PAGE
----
How Can I Promote an Employee If They Don’t Want to Manage People?

How Can I Promote an Employee If They Don’t Want to Manage People

How can you attract and retain top people who want to grow but don’t want to climb the traditional corporate ladder?

Traditionally, to move up professionally, employees eventually need to move into a management role. But what should companies do with top performers who want to grow but who aren’t interested in managing people?

After all, not every good employee wants to manage people – and if there’s one thing that the legions of bad managers out there demonstrate, it’s that not everyone is good at managing people. But companies often don’t provide clear career paths for people who don’t want to manage. At too many companies, if you want to move up, you’re going to need to lead a team, even if that’s not your particular talent.

Not only does this leave people who don’t want to manage frustrated and dissatisfied, but it increases the changes that a company will have reluctant and outright inept managers on staff. Managing people is an entirely different skill set than other types of work; the skills it takes to be a great accountant or programmer are different than the skills needed to build and lead a team. When you force people to manage others in order to grow professionally, you end up with poorly managed teams being led by people who were much better at whatever they were doing that landed them a management role to begin with.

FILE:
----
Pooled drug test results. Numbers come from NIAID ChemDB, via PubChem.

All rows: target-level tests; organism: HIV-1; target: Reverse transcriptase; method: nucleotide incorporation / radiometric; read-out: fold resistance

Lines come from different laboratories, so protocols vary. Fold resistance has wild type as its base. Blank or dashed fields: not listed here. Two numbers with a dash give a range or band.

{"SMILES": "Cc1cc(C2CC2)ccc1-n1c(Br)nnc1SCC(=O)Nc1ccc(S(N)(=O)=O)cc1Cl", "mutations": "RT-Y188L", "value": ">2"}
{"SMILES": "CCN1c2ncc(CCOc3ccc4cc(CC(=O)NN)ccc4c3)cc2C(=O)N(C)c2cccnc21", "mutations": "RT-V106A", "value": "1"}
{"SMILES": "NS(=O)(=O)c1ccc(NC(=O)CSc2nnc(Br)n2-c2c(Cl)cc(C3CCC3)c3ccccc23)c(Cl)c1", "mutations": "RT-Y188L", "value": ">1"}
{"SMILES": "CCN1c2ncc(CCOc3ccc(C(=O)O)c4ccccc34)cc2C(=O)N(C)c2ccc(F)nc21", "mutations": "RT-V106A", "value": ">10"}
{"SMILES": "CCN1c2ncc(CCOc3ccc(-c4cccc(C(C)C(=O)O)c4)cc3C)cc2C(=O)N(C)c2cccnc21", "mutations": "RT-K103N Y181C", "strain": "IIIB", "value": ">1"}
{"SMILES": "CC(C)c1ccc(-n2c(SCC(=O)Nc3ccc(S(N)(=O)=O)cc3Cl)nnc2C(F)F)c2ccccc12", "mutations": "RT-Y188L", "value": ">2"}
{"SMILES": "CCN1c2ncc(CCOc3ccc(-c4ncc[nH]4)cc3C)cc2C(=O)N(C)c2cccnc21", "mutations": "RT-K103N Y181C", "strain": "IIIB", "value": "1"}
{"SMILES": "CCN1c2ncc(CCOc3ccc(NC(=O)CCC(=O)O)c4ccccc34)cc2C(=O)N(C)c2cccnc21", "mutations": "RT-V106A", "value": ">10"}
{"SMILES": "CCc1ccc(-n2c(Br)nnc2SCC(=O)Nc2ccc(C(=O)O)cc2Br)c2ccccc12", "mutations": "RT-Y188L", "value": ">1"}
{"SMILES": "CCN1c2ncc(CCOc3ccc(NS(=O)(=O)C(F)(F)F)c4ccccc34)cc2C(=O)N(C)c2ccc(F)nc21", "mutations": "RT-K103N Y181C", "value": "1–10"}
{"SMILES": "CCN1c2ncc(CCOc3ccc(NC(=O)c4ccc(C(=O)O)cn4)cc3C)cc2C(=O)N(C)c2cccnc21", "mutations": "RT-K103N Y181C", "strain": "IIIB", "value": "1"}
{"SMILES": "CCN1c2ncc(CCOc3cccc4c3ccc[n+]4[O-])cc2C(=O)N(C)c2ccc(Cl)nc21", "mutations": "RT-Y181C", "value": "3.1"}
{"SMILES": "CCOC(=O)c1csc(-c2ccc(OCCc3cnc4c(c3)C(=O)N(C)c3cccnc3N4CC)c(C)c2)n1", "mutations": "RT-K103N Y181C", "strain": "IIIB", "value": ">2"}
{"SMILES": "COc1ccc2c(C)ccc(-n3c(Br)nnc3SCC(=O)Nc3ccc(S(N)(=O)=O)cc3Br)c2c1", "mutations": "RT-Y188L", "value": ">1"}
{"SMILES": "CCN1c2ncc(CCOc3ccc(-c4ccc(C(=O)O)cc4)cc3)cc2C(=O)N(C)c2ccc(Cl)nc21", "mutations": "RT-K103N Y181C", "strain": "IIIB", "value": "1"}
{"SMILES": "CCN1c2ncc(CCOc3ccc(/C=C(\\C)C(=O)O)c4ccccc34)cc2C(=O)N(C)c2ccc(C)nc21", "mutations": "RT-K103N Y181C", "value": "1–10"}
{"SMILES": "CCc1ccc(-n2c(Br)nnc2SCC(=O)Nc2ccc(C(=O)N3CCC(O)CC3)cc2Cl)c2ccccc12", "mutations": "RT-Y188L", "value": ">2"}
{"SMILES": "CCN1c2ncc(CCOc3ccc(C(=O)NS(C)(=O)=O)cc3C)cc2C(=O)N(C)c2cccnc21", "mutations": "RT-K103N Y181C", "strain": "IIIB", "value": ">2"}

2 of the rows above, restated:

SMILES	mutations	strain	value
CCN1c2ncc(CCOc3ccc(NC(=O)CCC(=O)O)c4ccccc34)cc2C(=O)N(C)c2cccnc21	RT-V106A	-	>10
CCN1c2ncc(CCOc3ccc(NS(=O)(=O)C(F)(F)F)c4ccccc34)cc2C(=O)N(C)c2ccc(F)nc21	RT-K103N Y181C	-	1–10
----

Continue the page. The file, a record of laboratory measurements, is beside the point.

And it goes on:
And if you just keep people who don’t want to manage in their original roles without offering them a development track, you’re probably not going to retain them long-term. If they’re just left to stagnate in the same position, they’re eventually likely to seek new challenges somewhere else. But if they’re not going to manage, what might their career path with you look like?

One possible answer: Consider creating a “subject matter expert” track, one that’s explicitly different from a management track. People on the subject matter expert track would be encouraged to develop an increasingly deep or specialized knowledge in their subject area, become a go-to expert on specific issues, mentor others and act as a resource to colleagues, and possibly manage projects rather than people.

People on this track can show leadership without managing. They can share their knowledge, service as a resource to others, contribute input, help to solve problems, and act as an exemplar of your company’s values. Those things will go a long way toward building their value, and will help you retain and benefit from the knowledge and skills of long-time, experienced employees.

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  • Fred Ferd

    That is exactly the position I’m in. There is one specific type of work that I can do very well, better than anyone else in my company, but because I don’t want to be a manger, they think I’m incompetent. And because of that, I only get the crappy jobs that nobody else wants.